County Faces Shrinking LOST Fund

WINNSBORO (April 22, 2016) – In spite of speculation last February by a member of the state’s Board of Economic Advisors that the loss of Walmart tax revenues could trigger a property tax increase, Interim County Administrator Milton Pope presented Council last week with a recommended 2016-2017 budget based on last year’s millage rates.

“Based upon our budget recommendation, we’re using the existing revenues that we have,” Pope told Council during the April 12 work session. “We’re not requesting you to consider increasing the millage.”

However, Pope said, there would be some fallout from the January closing of the county’s largest contributor to the Local Option Sales Tax (LOST).

With the absence of Walmart’s contribution, Pope said the fund was expected to shrink by $497,444 – from $1,889,236 in 2015-2016 to $1,391,792 in 2016-2017 – a drop of around 30 percent.

Robert Martin, who serves on the Board that governs the S.C. Revenue and Fiscal Affairs Office, told The Voice in February that it was unlikely that Fairfield County could maintain its then-current level of property tax relief without Walmart.

Moreover, he added, “I don’t see how County Council is going to get around increasing property taxes somewhat next year.”

But last week Pope told Council that while the allowable millage increase by law was 0.15 percent, the 2016-2017 budget was sticking with last year’s millage rate of 181.8. And while property tax relief is expected to diminish somewhat, Pope also said the fact that Fairfield County is a receiver county of LOST funds may help offset the budgeted 30 percent drop.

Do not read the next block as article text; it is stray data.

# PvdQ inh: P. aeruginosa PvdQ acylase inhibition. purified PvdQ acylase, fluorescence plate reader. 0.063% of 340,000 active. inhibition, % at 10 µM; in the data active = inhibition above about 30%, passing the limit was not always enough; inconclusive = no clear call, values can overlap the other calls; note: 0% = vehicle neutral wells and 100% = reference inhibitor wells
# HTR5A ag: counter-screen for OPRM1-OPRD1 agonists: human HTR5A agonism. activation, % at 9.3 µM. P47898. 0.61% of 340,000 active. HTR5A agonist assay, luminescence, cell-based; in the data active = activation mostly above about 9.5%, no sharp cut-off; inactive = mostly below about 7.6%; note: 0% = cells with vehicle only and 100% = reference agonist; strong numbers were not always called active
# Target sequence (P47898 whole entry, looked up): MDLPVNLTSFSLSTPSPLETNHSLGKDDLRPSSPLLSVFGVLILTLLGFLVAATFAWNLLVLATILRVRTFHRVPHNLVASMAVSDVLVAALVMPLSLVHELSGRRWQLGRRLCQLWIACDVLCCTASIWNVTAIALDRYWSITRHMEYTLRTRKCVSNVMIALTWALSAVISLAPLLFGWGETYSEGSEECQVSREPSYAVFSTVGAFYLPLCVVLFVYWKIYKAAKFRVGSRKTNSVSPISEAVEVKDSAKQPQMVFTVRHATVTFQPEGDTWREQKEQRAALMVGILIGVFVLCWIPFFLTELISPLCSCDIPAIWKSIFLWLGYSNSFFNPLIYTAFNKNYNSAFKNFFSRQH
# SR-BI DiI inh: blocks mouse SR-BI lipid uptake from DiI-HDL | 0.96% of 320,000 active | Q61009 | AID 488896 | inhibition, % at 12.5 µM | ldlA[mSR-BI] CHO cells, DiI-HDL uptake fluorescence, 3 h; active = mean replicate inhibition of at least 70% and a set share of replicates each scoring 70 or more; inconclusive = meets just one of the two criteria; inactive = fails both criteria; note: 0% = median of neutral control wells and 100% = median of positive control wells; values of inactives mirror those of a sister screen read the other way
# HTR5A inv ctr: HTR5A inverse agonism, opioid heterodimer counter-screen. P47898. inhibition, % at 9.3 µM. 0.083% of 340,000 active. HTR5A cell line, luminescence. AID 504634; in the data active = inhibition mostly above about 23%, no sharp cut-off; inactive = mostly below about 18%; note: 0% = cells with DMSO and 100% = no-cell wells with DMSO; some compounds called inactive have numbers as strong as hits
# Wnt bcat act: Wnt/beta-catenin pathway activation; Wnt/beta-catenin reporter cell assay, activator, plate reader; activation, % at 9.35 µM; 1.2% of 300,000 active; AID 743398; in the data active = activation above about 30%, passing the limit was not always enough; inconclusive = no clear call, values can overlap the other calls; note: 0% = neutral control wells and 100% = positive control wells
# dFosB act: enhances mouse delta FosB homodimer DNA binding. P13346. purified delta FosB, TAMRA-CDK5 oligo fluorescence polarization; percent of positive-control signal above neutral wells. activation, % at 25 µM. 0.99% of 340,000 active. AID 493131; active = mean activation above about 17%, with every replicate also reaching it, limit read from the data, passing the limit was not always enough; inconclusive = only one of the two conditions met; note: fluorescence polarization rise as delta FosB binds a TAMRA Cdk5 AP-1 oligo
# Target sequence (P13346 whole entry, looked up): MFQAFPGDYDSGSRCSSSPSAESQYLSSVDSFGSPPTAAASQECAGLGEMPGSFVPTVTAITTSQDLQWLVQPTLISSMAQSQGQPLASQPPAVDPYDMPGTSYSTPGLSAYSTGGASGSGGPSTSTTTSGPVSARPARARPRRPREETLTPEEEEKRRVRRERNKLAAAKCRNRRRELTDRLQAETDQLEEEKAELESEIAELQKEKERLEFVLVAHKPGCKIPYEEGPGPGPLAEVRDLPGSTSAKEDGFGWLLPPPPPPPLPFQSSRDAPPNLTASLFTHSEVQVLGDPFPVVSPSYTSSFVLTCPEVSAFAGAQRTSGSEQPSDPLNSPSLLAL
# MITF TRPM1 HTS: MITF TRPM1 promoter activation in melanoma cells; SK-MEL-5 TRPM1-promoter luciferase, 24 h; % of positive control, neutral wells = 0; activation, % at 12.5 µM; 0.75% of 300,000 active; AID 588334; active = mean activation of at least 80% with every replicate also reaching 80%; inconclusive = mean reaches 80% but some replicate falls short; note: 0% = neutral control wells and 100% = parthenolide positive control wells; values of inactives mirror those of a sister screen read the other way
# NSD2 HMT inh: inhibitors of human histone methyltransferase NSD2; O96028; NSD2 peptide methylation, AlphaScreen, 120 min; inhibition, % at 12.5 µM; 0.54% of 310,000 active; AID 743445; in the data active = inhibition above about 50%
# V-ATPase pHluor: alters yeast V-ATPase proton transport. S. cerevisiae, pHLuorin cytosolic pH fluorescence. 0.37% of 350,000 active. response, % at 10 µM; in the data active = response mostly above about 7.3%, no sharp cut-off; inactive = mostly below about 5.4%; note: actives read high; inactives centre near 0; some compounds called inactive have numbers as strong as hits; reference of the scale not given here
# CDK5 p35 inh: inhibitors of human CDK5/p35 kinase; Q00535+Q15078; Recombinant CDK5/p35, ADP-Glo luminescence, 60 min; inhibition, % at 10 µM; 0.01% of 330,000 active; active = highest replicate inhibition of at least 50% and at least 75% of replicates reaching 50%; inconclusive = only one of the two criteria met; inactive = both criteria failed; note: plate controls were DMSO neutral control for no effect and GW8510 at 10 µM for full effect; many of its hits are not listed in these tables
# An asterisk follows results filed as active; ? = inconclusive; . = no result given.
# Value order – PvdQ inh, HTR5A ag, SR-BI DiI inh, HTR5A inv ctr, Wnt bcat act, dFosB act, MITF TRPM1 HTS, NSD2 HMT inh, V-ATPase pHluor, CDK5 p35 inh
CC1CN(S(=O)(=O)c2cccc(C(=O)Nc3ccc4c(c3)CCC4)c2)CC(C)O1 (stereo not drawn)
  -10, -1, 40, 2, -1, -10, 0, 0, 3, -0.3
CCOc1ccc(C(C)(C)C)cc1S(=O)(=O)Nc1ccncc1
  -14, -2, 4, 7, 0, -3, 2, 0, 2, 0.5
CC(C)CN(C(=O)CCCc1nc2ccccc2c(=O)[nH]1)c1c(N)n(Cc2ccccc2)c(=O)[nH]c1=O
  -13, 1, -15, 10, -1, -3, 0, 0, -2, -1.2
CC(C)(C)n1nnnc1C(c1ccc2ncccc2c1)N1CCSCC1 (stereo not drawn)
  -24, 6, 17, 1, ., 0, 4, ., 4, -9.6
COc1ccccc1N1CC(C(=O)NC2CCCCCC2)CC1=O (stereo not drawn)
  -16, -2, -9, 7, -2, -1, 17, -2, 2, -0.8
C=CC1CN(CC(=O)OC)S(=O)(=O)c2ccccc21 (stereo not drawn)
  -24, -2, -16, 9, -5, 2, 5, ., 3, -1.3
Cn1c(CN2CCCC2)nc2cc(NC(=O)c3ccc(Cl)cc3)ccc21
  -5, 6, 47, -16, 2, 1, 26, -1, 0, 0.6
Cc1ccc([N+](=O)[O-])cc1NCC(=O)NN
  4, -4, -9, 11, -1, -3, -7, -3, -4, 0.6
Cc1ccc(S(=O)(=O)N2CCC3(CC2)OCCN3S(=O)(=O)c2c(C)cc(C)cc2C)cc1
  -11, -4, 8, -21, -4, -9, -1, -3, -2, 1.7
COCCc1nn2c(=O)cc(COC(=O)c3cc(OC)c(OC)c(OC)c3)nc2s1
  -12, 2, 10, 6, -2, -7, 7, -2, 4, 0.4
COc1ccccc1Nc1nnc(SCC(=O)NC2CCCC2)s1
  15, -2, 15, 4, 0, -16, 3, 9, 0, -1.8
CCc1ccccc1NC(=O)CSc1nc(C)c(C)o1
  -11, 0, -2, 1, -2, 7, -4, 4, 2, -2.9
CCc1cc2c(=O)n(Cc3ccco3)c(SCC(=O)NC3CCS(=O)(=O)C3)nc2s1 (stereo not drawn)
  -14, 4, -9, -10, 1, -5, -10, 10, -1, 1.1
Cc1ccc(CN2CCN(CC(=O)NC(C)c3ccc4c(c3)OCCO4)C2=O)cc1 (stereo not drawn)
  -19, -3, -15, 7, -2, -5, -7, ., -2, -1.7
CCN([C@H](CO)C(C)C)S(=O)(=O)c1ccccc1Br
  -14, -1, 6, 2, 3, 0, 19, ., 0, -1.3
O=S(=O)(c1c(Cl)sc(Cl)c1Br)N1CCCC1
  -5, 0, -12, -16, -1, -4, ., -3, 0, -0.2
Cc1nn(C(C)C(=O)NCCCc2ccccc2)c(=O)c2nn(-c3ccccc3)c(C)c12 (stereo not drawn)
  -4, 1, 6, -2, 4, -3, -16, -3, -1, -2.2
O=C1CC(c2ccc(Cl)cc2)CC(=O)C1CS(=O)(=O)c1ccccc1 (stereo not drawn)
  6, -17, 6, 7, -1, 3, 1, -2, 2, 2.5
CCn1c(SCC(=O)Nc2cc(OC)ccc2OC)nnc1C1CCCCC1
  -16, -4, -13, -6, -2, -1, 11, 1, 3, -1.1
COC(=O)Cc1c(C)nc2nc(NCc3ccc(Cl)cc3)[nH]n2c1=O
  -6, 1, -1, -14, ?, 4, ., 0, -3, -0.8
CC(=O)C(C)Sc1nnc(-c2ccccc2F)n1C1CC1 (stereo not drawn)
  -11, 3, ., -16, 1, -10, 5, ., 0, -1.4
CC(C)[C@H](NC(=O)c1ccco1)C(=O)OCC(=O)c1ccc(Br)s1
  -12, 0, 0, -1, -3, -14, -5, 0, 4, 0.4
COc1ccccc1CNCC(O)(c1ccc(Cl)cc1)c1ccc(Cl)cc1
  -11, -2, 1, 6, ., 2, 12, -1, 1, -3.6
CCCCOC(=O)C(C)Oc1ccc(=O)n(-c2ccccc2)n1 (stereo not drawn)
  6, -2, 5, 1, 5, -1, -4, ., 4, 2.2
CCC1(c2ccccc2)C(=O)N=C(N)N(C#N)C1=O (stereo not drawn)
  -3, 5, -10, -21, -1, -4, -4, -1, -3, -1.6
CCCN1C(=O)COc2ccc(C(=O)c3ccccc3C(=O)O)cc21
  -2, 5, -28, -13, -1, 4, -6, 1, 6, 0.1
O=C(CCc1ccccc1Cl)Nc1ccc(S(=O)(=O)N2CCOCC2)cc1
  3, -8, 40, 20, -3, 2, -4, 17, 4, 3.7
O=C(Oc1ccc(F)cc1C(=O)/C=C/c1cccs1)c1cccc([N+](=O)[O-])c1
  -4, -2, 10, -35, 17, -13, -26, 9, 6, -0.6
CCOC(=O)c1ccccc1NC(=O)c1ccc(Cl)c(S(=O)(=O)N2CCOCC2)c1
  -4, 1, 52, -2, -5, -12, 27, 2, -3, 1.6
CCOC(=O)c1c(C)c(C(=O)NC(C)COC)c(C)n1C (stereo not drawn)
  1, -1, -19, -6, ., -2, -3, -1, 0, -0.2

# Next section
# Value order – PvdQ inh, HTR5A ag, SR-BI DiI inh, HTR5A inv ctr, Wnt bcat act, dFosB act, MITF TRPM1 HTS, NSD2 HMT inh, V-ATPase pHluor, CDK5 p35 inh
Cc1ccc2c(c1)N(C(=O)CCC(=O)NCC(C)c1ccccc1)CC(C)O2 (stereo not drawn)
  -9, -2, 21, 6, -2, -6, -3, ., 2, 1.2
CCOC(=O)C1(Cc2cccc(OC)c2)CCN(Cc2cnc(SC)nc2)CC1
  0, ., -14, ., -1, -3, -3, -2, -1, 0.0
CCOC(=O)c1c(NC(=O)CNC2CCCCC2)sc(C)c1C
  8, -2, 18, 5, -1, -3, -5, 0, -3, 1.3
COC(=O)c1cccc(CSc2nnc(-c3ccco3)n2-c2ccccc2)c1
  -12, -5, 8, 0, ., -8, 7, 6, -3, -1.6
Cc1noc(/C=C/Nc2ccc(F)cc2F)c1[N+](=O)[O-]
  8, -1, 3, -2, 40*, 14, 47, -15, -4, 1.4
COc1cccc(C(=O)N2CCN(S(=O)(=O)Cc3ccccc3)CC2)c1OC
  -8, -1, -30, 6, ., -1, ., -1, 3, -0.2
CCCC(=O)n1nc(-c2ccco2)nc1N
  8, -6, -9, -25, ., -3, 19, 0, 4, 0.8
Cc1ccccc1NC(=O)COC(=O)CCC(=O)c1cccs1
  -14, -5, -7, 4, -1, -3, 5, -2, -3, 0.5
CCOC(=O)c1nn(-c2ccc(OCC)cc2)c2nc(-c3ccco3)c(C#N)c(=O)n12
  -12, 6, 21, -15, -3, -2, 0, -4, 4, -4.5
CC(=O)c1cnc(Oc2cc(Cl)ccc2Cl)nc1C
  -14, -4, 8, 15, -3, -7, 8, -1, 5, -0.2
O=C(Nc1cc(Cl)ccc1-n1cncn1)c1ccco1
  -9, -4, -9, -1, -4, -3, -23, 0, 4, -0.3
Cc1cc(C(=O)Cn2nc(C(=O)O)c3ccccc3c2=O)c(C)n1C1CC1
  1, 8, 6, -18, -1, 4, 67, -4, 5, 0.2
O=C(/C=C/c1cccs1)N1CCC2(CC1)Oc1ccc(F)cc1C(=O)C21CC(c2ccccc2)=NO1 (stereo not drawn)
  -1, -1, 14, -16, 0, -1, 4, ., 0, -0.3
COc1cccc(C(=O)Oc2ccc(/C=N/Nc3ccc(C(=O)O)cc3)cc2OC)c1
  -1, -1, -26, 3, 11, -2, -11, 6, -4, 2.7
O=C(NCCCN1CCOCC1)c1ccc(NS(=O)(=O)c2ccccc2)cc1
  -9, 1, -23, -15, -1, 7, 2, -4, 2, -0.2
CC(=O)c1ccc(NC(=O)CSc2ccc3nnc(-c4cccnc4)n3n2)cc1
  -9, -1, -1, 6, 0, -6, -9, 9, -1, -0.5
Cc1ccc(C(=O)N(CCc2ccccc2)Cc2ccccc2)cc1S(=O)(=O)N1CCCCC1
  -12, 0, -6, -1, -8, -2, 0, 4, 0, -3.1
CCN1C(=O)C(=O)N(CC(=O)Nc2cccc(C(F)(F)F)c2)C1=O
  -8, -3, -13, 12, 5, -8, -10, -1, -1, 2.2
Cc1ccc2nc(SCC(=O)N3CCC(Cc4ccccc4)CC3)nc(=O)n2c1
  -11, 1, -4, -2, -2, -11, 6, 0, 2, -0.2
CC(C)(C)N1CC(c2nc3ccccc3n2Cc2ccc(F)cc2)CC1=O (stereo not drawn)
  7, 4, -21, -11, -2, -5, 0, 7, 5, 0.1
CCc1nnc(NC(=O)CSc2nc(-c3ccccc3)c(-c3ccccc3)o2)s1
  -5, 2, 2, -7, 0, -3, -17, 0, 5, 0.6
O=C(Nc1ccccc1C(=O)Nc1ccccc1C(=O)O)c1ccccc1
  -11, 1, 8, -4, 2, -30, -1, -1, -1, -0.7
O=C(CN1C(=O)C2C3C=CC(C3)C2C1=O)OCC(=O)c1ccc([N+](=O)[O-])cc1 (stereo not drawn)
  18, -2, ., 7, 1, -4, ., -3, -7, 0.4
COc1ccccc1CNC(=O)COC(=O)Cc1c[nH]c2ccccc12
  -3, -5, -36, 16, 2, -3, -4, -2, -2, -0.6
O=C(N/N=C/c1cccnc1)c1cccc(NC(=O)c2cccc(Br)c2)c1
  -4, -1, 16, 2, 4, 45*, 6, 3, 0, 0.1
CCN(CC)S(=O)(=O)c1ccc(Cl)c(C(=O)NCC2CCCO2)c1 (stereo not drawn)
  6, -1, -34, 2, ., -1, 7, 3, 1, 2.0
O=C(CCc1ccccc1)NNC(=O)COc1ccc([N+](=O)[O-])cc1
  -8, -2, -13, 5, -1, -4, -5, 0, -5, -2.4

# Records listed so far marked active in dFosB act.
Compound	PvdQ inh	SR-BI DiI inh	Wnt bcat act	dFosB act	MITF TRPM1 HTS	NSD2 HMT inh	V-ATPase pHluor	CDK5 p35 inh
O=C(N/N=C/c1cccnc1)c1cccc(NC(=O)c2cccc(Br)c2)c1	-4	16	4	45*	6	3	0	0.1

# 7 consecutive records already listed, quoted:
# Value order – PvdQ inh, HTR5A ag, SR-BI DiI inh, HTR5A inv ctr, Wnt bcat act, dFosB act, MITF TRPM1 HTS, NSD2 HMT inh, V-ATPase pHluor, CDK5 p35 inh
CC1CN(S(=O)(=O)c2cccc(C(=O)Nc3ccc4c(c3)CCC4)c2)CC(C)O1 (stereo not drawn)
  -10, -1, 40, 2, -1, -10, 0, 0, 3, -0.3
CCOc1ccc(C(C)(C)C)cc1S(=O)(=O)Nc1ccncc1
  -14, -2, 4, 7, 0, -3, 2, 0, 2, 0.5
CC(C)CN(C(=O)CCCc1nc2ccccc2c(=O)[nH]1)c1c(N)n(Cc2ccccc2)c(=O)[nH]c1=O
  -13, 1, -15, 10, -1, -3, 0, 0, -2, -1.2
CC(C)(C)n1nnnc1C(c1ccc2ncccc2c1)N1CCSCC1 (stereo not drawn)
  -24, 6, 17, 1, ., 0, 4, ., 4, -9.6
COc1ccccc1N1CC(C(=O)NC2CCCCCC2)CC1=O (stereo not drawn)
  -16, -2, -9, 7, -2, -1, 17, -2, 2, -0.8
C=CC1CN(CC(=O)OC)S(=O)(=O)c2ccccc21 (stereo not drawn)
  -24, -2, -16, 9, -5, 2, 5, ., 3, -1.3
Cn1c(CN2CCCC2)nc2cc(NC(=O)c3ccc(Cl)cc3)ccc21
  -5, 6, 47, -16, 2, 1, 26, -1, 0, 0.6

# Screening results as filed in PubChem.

“There could be – could be – some possible cushion in those numbers,” Pope told Council. “We’ve gotten some preliminary numbers on this, but keep in mind at the end of the fiscal year, because we are a receiving county in the Local Option Sales Tax, if all of the counties statewide are doing well, we receive monies based upon the Robin Hood provision that’s in the Local Option Sales Tax law.”

How much cushion won’t be known until July or August, Pope said, when the 5 percent pool from donor counties is distributed.

General Fund Expenditures

Pope said general fund expenditures were up by more than $335,000 from last year – from $27,000,370 to $27,333,621. The biggest decreases in departmental spending come in the Fire Board’s general operations fund, down $102,446, and the Planning, Building and Zoning Department, down $63,687.

Other decreases come in the County Attorney’s budget (down $18,882); Human Resources (down $5,191); Purchasing Department (down $10,524); Tax Assessor (down $5,959); Vehicle Maintenance (down $4,422); Solid Waste (down $19,949); Veterans Affairs (down $9,830); Recreation (down $8,381); and the County’s Summer Youth Program (down $5,000).

The greatest increases come in the EMS Department, up $276,677; the Detention Center, up $214,541; and the Sheriff’s Office, up $118,392.

Other increases come in the Finance Department (up $23,709); Data Processing (up $47,332); Economic Development (up $66,819); Animal Control (up $25,257); the Treasurer’s Office (up $25,233); Magistrate’s budget (up $45,745); Voter Registration (up $38,976); and Emergency Management (up $50,038.

Overall, the budget is down a little more than 4 percent, with a decrease in special revenue funds and capital projects from $7,766,810 last year to $6,001,796 this coming year, for a total County budget that drops from $34,769,880 in 2015-2016 to $33,335,417 in 2016-2017.

Budget documents can be found on the County’s website at


Contact us: (803) 767-5711 | P.O. Box 675, Blythewood, SC 29016 | [email protected]